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Tobacco Prevention and Control Branch

What Works: CDC's Guide to Community Preventive Services

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The Health Consequences of Smoking – 50 Years of Progress: A Report of the Surgeon General, 2014

View the Surgeon General's 2014 report.

January 11, 2014 marked the 50th anniversary of the first Surgeon General’s Report on Smoking and Health. The 1964 landmark report, released by Surgeon General Dr. Luther Terry, was the first federal government report linking smoking and ill health, including lung cancer and heart disease. This scientifically rigorous report laid the foundation for tobacco control efforts in the United States.

This 2014 report highlights half a century of progress in tobacco control and prevention, presents new data on the health consequences of tobacco use, and introduces initiatives that can potentially end the tobacco use epidemic in the United States.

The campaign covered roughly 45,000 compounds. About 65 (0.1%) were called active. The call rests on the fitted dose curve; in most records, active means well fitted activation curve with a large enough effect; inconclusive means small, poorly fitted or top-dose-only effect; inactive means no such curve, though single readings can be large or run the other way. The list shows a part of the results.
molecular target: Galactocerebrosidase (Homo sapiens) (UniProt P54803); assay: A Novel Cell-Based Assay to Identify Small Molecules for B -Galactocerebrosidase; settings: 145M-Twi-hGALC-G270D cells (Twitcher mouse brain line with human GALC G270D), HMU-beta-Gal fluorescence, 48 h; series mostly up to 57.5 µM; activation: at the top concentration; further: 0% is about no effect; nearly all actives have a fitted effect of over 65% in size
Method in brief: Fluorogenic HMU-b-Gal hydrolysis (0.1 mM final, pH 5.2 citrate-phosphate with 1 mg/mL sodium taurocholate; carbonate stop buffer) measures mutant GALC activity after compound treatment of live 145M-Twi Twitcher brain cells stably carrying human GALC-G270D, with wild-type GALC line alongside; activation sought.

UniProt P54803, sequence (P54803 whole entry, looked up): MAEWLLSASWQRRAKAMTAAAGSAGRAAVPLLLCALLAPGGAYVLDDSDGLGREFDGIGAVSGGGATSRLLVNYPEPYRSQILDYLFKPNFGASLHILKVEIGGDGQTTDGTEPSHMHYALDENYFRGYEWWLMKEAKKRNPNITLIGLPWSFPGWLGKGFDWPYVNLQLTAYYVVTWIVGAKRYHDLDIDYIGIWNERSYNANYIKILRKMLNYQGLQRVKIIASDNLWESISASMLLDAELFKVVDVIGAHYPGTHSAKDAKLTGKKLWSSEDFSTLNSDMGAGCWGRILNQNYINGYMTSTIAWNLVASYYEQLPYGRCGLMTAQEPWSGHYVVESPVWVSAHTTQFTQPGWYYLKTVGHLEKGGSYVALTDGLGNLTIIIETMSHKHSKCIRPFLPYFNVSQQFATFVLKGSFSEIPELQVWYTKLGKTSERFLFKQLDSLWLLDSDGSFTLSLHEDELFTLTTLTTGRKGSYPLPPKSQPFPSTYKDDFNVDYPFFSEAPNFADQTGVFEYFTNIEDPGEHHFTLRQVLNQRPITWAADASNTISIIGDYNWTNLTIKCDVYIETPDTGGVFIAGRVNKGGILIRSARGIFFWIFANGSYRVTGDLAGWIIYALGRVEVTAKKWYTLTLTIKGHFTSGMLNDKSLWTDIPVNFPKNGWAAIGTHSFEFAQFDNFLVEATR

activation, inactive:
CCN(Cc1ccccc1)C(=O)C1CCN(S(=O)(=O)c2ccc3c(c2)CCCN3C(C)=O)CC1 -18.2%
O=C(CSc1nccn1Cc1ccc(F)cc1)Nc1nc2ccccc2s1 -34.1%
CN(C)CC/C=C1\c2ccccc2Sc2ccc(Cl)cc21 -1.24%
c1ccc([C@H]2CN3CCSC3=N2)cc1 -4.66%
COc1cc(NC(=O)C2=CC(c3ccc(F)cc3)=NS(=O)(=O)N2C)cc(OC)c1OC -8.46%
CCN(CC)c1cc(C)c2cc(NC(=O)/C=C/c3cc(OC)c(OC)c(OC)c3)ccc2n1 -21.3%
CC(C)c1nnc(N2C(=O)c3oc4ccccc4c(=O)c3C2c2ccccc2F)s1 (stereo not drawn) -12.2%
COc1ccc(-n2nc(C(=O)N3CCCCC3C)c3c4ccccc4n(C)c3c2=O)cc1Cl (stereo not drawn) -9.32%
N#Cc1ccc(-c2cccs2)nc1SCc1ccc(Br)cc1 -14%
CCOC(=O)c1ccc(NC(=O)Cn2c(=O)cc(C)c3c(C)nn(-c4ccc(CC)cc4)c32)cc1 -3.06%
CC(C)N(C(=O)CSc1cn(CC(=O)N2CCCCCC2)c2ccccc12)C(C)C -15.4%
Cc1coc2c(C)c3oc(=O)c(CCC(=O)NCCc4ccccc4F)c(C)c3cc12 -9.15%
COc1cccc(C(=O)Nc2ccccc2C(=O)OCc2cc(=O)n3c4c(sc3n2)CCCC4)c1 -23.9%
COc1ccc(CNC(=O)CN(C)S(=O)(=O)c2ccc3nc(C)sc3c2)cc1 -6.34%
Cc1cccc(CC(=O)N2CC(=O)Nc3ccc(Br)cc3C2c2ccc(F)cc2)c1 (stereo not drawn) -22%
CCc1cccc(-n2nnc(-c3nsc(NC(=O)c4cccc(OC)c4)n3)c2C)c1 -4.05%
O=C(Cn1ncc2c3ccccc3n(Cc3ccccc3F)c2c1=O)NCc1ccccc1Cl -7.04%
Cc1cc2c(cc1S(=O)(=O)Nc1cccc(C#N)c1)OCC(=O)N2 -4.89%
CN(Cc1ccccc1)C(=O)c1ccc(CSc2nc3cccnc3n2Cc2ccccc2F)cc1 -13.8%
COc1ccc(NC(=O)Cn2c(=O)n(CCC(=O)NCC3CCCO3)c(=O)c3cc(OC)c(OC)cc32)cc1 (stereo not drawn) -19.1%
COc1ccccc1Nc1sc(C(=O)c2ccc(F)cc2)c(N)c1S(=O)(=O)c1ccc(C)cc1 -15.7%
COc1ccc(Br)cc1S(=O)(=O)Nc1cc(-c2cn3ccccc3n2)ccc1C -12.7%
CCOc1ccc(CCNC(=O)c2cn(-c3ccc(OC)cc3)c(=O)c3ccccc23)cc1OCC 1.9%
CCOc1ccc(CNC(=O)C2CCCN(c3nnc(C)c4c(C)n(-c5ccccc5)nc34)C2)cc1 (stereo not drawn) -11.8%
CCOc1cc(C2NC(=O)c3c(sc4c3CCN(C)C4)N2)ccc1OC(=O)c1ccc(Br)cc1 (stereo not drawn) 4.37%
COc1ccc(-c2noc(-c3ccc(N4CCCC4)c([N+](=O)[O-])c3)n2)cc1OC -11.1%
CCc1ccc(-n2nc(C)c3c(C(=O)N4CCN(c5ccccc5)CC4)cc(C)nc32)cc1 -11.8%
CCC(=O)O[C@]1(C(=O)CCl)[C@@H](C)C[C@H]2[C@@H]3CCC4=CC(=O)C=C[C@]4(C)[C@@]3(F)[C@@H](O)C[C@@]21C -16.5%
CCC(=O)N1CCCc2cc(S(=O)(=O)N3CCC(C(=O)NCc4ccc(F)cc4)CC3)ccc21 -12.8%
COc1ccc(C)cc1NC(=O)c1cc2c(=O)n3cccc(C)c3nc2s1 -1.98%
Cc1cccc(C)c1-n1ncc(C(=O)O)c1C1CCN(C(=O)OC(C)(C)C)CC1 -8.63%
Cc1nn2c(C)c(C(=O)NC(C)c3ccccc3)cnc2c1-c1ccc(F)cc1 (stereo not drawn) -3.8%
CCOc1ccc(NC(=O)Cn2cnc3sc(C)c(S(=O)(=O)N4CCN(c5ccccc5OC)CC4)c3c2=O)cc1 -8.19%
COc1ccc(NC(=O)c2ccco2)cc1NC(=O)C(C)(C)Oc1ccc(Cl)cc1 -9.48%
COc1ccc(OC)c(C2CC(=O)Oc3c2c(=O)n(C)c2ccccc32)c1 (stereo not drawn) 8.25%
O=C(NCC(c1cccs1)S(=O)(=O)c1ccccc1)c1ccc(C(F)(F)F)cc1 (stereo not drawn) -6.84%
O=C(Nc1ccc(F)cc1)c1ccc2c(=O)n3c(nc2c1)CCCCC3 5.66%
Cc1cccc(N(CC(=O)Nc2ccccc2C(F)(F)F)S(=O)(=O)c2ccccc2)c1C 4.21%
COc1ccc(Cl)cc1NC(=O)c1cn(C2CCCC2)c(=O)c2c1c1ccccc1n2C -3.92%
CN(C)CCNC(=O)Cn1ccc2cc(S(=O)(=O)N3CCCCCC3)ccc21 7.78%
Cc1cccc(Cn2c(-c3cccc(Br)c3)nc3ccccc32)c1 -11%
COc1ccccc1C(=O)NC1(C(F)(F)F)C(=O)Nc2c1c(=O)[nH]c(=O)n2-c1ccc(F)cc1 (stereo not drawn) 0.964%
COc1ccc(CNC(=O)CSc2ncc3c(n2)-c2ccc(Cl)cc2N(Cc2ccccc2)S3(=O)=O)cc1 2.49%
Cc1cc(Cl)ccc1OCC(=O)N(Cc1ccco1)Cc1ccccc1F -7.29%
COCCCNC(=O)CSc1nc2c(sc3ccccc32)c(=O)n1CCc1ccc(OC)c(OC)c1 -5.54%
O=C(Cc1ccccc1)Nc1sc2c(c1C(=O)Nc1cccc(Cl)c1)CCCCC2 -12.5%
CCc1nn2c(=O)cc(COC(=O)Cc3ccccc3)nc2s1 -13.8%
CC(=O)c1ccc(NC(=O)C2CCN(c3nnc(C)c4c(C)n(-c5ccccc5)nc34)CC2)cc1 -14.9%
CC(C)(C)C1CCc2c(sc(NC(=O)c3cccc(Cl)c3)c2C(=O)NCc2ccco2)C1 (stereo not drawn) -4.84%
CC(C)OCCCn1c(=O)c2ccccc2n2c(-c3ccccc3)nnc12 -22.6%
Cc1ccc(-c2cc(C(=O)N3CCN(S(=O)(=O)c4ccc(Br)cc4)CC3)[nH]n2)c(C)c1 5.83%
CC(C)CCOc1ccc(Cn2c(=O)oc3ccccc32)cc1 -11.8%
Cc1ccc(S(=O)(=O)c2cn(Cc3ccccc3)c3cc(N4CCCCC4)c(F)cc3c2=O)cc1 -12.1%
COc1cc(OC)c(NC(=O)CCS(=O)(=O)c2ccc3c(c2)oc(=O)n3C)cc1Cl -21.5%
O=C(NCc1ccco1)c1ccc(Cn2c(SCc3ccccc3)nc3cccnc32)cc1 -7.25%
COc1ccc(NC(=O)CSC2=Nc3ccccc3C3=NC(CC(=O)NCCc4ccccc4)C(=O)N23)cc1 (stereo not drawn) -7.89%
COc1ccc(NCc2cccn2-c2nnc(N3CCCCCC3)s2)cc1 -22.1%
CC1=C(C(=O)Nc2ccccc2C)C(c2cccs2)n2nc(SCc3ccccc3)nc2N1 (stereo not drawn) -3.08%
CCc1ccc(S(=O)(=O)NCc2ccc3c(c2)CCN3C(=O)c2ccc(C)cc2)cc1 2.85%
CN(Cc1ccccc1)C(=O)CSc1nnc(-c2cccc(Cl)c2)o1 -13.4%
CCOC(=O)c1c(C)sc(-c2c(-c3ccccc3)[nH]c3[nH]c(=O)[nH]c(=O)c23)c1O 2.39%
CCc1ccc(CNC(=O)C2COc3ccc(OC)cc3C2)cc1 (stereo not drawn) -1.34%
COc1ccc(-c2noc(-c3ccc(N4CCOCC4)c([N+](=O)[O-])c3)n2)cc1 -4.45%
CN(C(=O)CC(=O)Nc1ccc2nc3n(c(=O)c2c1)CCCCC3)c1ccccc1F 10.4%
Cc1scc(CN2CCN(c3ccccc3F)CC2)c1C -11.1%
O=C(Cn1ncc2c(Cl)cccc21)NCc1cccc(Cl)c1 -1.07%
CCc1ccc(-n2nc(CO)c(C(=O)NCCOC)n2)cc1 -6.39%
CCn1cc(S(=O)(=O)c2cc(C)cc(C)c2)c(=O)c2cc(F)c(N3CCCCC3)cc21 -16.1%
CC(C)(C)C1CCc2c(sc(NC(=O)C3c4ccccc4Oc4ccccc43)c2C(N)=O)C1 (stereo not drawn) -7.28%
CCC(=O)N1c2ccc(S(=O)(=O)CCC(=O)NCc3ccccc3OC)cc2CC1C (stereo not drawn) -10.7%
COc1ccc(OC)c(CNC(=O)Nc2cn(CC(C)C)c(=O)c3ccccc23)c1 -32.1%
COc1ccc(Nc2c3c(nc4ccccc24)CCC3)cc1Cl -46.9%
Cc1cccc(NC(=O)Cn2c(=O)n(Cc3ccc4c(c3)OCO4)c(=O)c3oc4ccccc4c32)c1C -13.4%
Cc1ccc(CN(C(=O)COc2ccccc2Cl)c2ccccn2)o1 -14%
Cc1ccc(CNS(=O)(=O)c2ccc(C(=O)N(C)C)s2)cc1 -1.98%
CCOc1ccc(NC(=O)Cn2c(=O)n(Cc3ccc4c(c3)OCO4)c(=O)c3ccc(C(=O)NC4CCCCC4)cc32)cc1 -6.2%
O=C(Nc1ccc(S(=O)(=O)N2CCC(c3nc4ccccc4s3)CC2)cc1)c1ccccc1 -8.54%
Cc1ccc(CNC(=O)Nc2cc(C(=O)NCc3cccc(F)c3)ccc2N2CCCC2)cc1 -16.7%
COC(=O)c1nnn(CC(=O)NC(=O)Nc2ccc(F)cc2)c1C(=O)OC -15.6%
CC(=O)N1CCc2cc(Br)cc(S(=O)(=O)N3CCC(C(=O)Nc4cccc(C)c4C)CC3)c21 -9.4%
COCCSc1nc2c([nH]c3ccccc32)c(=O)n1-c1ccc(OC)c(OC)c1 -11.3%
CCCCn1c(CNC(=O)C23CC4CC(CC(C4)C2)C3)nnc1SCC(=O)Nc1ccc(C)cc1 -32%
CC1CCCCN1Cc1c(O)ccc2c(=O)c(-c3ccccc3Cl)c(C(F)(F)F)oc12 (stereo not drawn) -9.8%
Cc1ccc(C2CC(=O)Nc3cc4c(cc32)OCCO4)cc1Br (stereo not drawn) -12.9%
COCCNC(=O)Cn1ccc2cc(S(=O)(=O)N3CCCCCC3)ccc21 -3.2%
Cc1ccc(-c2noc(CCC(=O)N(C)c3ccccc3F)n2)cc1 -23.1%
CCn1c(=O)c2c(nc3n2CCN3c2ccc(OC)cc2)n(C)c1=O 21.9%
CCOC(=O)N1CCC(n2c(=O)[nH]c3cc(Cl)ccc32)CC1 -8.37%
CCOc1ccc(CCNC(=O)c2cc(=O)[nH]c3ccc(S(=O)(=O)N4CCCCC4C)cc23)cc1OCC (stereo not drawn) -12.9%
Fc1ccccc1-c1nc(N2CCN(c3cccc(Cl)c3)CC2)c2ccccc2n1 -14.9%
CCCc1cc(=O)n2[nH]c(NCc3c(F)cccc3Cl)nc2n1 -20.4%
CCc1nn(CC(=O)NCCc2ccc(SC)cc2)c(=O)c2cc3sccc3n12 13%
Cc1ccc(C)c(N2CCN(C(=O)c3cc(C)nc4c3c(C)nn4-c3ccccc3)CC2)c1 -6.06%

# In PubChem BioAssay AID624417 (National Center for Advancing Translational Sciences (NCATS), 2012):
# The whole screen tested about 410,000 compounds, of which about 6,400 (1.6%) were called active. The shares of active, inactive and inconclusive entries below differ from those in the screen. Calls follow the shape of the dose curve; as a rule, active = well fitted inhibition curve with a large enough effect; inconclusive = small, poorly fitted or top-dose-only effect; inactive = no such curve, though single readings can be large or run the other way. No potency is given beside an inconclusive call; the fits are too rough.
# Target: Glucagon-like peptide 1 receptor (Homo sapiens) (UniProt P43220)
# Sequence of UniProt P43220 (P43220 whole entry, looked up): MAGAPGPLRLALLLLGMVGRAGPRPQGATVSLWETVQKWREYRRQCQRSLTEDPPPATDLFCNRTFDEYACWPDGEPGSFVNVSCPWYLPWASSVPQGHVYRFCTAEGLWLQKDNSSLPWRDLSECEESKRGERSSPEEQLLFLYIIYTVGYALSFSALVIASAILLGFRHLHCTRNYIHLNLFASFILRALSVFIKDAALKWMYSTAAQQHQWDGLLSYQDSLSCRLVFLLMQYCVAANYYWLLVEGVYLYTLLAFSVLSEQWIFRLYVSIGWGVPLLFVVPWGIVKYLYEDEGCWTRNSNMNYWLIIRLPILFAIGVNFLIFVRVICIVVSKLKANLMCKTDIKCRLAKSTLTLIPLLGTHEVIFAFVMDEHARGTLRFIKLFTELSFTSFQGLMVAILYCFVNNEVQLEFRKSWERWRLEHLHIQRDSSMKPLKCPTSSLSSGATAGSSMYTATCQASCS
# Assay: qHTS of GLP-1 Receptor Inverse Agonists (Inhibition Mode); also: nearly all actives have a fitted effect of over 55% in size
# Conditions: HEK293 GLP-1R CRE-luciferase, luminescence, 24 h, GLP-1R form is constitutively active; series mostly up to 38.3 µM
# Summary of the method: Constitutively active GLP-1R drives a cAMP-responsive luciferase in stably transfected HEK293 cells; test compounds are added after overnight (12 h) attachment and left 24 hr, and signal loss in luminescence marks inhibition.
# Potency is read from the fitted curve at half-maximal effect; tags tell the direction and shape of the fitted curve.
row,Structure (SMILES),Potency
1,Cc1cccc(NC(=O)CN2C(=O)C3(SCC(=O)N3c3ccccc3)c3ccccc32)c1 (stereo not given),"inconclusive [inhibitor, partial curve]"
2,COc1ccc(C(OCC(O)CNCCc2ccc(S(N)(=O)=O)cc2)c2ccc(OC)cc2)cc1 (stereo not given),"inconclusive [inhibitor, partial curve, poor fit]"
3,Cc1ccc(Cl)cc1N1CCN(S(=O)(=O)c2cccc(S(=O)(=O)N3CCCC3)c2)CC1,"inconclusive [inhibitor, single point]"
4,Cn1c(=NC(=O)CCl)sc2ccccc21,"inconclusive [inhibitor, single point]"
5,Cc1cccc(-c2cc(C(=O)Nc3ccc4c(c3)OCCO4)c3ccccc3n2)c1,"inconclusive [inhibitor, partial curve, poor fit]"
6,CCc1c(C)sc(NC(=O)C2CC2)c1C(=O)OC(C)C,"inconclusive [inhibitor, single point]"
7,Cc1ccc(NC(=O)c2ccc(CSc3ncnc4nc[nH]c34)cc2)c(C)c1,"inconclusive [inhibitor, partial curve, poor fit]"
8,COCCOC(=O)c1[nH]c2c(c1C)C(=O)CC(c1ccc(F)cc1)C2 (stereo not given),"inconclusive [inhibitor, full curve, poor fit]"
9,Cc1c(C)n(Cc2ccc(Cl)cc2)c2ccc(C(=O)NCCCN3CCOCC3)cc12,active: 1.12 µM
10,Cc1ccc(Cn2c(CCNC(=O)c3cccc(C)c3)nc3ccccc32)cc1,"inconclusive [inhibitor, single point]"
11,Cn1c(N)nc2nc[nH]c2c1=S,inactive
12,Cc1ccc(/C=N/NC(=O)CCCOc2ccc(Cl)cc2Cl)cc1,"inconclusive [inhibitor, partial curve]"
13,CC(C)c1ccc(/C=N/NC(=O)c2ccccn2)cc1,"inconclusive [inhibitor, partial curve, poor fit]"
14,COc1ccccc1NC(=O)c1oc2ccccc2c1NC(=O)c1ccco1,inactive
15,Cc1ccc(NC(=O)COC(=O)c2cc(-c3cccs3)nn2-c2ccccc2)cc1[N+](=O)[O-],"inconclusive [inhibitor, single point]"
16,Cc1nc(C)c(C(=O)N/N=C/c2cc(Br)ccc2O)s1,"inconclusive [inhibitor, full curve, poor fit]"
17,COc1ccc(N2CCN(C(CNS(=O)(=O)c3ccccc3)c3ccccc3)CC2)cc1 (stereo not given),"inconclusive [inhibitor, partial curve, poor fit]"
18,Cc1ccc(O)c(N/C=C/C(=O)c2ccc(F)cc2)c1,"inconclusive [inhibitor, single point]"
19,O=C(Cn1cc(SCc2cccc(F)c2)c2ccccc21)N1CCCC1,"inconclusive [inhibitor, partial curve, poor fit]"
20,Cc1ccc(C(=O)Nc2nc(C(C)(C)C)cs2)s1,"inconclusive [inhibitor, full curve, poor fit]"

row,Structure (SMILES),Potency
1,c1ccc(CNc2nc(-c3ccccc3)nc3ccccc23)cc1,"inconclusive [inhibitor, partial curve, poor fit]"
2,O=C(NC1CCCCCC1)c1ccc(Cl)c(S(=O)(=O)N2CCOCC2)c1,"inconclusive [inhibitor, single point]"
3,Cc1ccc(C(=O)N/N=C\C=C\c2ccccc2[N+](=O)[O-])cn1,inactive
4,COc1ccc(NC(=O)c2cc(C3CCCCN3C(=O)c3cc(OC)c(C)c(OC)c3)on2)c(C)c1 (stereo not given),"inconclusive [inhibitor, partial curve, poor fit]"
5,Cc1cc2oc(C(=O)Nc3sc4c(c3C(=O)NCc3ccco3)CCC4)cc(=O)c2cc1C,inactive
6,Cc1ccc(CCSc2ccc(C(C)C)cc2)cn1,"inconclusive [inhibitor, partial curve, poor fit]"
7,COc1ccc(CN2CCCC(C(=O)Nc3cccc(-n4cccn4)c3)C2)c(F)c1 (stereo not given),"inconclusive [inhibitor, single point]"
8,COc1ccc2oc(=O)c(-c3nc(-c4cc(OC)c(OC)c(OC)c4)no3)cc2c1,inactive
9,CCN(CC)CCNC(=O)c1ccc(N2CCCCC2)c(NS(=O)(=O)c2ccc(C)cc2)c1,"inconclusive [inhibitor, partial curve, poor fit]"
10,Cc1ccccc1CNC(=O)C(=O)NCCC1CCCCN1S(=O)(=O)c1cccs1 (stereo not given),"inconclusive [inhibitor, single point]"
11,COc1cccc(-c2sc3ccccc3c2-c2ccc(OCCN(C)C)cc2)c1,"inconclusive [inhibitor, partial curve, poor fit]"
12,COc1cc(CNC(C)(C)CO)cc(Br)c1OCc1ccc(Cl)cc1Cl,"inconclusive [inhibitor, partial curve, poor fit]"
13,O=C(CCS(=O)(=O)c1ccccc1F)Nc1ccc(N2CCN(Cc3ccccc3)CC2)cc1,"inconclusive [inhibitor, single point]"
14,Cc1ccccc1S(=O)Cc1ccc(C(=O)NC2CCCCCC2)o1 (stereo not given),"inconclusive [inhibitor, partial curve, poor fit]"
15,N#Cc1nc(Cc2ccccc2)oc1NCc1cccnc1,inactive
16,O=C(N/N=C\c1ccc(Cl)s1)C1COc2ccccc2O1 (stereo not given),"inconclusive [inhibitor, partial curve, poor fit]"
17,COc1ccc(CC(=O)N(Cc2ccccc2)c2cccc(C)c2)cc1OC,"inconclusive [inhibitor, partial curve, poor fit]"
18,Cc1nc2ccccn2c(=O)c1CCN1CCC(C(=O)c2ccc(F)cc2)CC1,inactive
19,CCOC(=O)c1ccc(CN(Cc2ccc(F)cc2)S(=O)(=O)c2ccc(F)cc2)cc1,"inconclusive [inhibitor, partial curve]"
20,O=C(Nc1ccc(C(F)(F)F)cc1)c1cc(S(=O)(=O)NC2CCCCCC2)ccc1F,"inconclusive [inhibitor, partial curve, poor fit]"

Best Practices for Comprehensive Tobacco Control Programs – 2014

CDC's Best Practices for Comprehensive Tobacco Control Programs – 2014

CDC's Best Practices for Comprehensive Tobacco Control Programs – 2014 is an evidence-based guide to help states plan and establish effective tobacco control programs to prevent and reduce tobacco use. This document updates Best Practices for Comprehensive Tobacco Control Programs – 2007. This updated edition describes an integrated programmatic structure for implementing interventions proven to be effective and provides levels of state investment to prevent and reduce tobacco use in each state.

CDC's Guide to Community Preventive Services

CDC Guide to Community Preventive ServicesTobacco use is the single largest cause of preventable premature mortality in the United States. It also represents an enormous cost burden to the nation. The question is, what works to make tobacco use prevention and control successful at the population or community level? The CDC's Guide to Community Preventive Services addresses the effectiveness of community-based interventions within three strategic areas of tobacco use prevention and control: 1) prevent tobacco product use initiation, 2) increase cessation and 3) reduce exposure to environmental tobacco smoke (ETS). The findings strengthen and complement existing guidelines on tobacco prevention and control.

For questions or more information about the CDC's Guide to Community Preventive Services, please contact the CDC.